• http://www.arandomjog.com/ Joshua Duncan

      Jim,

      Wonderful questions to consider. It is good to point out that once the product launches the work is not done and in some cases may just be getting started.  
      Having a roadmap and plan for those activities upfront is essential to “break through” the stratosphere.

      Thanks for the comment!

      Josh 

  • http://twitter.com/gander2112 Geoffrey Anderson

    You forgot one of my favorites.  The Banana launch.  You send it out and it ripens in the field.  Actually, I suspect that this is far more common than many of your models.

    My biggest complaint is that often a communications group will have this ginormous checklist of activities that needs to be fully completed prior to launch.  If you step back and look at it, you should start your launch preparations prior to doing any PoC work.

    • http://www.arandomjog.com/ Joshua Duncan

      Geoffrey,

      The banana launch is fantastic! You can also play up the overripe bannan that doesn’t get out the door fast enough.

      Also, great point on launch preparations. Can’t agree more that you need to start as early as possible!

      Thanks for the comment,

      Josh

  • http://www.neverstopmarketing.com jer979

    I love this analogy, particularly because only yesterday, I cited the “statistic” that something like 95% of a rocket’s fuel gets burned up in the first 2 minutes in order to get to orbit. I couldn’t find the exact data, but (and this was tied to a marketing culture change discussion), the idea was the same…a TON of energy is required to break inertia.

    I think there’s a pivot/dimension to investigate here which would make this graph (which I really like) even richer.  Something that looks at the proportion of products/services/presidential campaigns and their likelihood of success/probability of falling on each of the curves you’ve identified.

    Rockets are great and everyone wants them, but if they only happen .01% of the time, then you are better off planning out your resources to drive a linear or hockey stick approach. Make sense?

    As usual, solid post. Thanks for bringing it to my attention (of course I would have seen it since i”m a loyal blog reader, but your outreach did inspire me to think more deeply about it and comment since I usually do my RSS reading on the iPad and it’s not as easy-for me-to comment that way. This is an interesting side discussion on its own ;-)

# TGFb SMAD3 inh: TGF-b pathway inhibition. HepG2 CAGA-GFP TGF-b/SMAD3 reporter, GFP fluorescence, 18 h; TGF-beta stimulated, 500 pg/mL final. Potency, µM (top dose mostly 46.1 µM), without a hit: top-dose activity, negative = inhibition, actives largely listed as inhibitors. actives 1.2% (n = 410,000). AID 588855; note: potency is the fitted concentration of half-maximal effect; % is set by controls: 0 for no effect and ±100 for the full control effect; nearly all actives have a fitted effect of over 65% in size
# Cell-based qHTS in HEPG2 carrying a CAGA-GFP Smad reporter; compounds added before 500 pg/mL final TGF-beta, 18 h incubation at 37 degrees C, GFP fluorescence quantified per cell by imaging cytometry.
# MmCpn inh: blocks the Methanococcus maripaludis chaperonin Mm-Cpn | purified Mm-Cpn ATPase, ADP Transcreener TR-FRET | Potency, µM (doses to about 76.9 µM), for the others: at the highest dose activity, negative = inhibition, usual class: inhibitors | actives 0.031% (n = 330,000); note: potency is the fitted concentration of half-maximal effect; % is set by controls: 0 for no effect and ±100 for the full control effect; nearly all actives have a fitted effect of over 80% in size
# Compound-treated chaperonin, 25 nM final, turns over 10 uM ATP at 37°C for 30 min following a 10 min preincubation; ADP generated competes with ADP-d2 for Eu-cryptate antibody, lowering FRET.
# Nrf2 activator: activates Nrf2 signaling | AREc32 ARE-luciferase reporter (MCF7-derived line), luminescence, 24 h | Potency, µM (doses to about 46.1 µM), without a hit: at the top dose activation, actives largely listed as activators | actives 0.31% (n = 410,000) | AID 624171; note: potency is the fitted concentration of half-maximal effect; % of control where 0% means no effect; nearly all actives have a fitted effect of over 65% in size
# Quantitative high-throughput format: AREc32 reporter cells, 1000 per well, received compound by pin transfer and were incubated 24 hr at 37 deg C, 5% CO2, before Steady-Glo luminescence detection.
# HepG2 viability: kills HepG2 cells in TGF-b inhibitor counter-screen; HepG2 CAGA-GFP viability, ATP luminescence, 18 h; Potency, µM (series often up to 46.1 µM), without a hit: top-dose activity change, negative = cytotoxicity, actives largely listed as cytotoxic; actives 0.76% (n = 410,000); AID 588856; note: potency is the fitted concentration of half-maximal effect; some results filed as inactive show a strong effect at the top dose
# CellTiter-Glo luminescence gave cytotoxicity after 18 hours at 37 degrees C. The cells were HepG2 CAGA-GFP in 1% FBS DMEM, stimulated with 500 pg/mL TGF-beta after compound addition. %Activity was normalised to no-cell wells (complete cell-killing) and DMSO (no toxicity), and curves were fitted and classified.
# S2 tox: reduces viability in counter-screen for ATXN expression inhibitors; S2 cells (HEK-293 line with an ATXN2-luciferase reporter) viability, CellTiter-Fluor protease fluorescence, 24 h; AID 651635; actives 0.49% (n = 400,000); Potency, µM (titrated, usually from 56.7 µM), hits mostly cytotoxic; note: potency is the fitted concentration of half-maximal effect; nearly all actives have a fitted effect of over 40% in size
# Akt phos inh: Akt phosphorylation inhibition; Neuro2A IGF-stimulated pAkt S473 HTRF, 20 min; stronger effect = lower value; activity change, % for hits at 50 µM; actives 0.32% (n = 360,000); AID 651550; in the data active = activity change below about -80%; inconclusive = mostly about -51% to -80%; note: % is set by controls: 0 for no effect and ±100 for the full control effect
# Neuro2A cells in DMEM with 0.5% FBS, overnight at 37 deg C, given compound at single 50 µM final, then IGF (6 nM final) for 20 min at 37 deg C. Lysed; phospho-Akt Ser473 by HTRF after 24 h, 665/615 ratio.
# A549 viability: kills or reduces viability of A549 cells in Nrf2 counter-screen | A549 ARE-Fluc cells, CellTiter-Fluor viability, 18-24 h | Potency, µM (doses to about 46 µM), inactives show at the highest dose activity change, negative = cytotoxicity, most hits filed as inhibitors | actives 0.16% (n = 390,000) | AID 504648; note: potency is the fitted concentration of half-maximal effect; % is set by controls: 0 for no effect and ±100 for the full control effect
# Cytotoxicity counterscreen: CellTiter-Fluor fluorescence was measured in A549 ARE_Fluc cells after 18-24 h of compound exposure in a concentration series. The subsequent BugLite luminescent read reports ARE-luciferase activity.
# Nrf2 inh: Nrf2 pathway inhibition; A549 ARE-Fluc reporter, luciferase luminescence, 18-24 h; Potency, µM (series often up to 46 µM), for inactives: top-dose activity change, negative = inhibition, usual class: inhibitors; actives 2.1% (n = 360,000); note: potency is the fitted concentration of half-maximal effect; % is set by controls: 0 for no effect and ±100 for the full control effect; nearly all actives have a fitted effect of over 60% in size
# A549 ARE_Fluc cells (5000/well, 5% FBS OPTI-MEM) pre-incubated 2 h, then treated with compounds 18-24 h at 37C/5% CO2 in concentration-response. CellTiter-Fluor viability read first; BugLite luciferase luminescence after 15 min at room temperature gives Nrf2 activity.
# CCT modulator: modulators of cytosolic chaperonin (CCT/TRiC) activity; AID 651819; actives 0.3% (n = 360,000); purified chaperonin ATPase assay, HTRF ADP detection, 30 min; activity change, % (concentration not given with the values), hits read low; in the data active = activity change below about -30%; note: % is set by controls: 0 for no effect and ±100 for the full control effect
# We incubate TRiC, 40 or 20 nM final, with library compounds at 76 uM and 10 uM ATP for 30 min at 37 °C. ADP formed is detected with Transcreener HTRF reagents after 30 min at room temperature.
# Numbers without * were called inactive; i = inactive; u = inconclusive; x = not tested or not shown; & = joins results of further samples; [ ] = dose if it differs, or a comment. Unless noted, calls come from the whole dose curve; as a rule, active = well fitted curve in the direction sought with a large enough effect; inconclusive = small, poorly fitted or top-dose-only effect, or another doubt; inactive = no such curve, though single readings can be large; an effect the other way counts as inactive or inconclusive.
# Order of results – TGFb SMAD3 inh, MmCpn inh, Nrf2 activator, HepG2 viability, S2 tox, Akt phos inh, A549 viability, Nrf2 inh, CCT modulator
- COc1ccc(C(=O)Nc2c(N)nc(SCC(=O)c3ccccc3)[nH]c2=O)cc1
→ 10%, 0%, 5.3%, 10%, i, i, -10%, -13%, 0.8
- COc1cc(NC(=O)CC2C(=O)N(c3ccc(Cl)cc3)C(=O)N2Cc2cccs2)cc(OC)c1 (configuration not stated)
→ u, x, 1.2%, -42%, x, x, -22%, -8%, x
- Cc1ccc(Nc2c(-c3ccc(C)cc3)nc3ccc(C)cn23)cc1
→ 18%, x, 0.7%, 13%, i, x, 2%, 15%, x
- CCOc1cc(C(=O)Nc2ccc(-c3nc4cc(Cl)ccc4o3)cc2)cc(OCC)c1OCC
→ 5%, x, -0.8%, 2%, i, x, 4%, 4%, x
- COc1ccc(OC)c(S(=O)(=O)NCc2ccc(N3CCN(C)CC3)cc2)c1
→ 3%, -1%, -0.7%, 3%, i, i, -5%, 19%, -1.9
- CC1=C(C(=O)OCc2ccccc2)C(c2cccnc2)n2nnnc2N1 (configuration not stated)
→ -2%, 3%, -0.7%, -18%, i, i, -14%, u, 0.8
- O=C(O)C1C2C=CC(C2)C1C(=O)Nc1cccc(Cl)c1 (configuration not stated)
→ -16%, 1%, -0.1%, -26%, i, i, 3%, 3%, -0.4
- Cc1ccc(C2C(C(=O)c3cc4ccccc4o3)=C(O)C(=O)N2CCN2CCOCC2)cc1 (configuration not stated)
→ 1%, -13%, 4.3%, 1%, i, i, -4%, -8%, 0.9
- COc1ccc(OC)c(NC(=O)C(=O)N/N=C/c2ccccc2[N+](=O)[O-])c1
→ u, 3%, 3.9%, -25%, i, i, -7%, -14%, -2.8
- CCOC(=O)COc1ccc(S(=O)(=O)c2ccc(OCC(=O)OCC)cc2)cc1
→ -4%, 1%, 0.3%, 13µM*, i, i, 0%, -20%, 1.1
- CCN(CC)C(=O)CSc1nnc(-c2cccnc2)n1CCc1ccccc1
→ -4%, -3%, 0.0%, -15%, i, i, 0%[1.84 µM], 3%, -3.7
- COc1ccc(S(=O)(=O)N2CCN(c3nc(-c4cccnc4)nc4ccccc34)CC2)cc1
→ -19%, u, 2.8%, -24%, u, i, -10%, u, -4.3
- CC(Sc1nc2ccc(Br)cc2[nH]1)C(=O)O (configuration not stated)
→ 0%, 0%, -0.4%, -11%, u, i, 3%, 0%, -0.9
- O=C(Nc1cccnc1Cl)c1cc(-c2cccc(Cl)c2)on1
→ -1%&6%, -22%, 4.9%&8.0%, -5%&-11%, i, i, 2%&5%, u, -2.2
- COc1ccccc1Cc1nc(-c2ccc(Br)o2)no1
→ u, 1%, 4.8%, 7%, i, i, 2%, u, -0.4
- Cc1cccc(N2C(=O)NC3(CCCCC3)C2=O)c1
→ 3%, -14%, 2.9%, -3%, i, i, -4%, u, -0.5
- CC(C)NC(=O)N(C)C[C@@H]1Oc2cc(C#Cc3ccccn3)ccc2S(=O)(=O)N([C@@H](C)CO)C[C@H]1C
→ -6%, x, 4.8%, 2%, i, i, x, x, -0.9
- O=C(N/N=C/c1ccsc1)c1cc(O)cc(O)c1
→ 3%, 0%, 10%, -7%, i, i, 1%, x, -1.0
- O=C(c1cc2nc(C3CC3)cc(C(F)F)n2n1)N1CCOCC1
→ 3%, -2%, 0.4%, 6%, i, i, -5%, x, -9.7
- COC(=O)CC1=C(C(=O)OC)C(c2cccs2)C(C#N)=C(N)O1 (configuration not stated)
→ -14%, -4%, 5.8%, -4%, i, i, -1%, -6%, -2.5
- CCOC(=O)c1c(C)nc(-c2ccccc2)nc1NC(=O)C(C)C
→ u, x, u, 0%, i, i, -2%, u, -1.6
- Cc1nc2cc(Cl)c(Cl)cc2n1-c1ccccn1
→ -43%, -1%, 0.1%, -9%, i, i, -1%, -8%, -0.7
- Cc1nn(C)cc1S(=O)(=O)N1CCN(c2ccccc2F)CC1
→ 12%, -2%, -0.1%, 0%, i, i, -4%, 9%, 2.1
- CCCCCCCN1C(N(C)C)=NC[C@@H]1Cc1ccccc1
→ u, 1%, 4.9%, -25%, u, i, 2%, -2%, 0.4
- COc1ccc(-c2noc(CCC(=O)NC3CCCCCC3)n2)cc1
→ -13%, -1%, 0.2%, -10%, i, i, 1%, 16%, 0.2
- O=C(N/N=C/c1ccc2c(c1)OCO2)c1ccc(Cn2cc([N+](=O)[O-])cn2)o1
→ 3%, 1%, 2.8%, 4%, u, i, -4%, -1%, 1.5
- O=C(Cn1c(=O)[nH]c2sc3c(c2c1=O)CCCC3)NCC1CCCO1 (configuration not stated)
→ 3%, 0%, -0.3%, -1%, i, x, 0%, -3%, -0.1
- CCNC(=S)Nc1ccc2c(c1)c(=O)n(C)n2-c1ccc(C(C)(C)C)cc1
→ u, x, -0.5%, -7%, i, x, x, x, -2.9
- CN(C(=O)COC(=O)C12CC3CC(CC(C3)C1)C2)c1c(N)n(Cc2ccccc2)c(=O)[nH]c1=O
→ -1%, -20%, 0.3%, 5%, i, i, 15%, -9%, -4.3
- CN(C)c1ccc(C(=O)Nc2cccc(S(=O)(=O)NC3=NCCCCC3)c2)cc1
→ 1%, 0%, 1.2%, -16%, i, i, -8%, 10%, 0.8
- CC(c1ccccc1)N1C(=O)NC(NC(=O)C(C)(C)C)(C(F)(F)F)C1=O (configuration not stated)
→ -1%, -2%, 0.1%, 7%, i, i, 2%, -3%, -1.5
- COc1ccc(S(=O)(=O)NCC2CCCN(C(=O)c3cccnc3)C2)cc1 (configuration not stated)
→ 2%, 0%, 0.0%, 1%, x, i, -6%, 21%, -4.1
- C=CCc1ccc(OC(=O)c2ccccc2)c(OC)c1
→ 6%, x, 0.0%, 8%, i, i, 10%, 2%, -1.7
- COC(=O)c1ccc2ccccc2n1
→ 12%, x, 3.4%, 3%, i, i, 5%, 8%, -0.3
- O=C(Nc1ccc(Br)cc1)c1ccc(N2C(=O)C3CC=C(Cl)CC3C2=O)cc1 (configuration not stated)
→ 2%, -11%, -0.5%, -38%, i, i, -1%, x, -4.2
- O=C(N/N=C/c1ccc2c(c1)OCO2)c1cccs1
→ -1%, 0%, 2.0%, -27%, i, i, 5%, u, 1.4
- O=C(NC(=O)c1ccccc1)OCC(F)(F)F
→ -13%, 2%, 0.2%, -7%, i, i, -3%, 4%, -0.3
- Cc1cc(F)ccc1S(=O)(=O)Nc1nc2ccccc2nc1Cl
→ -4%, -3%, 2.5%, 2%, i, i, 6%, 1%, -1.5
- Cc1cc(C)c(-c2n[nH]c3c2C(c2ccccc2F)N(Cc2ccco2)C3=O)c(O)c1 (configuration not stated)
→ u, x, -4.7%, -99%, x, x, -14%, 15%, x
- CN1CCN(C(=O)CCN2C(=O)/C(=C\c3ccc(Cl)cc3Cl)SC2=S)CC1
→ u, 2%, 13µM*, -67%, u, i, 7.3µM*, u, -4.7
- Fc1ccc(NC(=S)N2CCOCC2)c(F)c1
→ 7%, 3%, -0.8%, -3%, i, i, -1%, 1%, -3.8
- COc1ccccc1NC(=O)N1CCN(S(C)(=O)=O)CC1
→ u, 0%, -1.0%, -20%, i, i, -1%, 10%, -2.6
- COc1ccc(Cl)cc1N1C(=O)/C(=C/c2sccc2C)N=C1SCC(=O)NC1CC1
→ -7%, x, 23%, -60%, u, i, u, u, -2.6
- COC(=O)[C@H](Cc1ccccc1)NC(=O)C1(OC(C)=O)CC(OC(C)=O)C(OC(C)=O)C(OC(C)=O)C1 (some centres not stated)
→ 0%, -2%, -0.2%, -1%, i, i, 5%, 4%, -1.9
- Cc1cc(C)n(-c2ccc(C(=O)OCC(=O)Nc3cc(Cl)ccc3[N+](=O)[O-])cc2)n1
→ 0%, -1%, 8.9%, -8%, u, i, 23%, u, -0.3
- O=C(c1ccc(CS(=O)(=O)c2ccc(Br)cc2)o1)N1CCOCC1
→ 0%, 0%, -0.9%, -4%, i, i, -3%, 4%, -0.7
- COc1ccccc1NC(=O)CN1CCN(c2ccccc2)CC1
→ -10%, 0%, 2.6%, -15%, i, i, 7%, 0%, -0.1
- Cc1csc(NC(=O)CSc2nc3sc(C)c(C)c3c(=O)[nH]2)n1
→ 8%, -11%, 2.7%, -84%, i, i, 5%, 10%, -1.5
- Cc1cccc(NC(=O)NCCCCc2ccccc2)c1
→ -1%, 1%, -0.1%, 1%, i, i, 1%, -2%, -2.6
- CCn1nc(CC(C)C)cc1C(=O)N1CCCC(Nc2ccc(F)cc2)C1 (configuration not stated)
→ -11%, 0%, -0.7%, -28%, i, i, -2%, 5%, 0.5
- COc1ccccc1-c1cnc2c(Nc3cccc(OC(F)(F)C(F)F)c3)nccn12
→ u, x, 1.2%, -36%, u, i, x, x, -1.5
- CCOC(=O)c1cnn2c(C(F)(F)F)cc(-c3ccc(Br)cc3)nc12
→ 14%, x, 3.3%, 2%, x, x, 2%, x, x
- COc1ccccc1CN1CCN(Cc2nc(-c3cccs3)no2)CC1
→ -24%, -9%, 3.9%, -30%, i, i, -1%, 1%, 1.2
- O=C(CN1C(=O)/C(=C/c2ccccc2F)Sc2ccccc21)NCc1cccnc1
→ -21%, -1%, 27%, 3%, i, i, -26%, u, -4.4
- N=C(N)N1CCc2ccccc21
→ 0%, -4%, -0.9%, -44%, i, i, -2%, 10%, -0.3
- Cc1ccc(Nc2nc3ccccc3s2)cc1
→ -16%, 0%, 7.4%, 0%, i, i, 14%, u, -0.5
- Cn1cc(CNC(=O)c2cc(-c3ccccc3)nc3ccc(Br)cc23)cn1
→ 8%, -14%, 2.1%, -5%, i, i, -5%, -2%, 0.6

• http://www.arandomjog.com/ Joshua Duncan

      Jeremy,

      Great point – if you are trying to launch like a rocket you are going to need a lot of fuel and potentially the ability to refuel. If you use it all at once and don’t reach escape velocity, expect a big crash! 

      I like the idea around expanding the dimensions of the graph and adding more context. Could be an interesting exercise.  

      Thanks for the input!

      Josh

  • Pingback: Startup Launch Marketing | Rocket Watcher: Product Marketing for Startups

  • Tim johnson

    Then there’s the bird feeder launch.  http://value-prodmktg.blogspot.com/2011/06/product-marketing-is-for-birds.html

    The MRD is right, the TAM is right, buyers all over the place buying from other vendors (birdfeeders) but it still takes a long time to attract any buyers and you discover they buy differently from what you thought.

    • http://www.arandomjog.com/ Joshua Duncan

      Tim, 
      Great post – love the concept that sometimes it takes time no matter how much seed you lay down. 

      Thanks for the comment!

      Josh

  • Darrin Stock

    I liken our product launches to baking and serving a cake. In the early stages you assemble ingredients (voice of the customer research, product features, market data), then select a recipe that will make the most of what you have to work with (identifying launch objectives and strategies).

    Next you start mixing it together (outlining tactics, lining up the resources), put it in the oven (tactical execution), frost and decorate (final touches on web content and collateral; final training push). Finally you present the finished cake (announcement/awareness/demand generation begins) and cut and serve (fulfillment and follow up to demand generation).

    • http://www.arandomjog.com/ Joshua Duncan

      Darrin,

      Thanks for commenting!

      I like the idea of baking but not just one cake, more of running a bakery where you have to continually adjust your recipe and your processes based on your customers. 

      Josh

  • Rbraddy

    Most of us have had at least one of each type :)

  • Jennifer Doctor

    Unfortunately, the “yo-yo” launch is the one I have experienced all too many times. You gain velocity towards your goals, only to have it pull back up and make you start again.

    • http://www.arandomjog.com/ Joshua Duncan

      Unfortunately, I have seen that one too. Ouch!

      Thanks for the comment!

  • http://twitter.com/yonagigai Jonathan Seckler

    i have heard it said (by me usually :)) that good products dont launch; they escape.    I am curious – how important is launch really?  We marketers spend a lot of effort and $$ on that single point in time and i wonder if we’d all be more successful putting that effort into the post-launch campaigns and marketing — often the more thankless part of the job.  

    • http://www.arandomjog.com/ Joshua Duncan

      Great point and I am pretty sure I know where you are coming from :)

      I think that very few launches end up being the “rocket launch” right out of the gate and that most take a lot of post-launch work before they really gain momentum. 

      Thanks for the comment!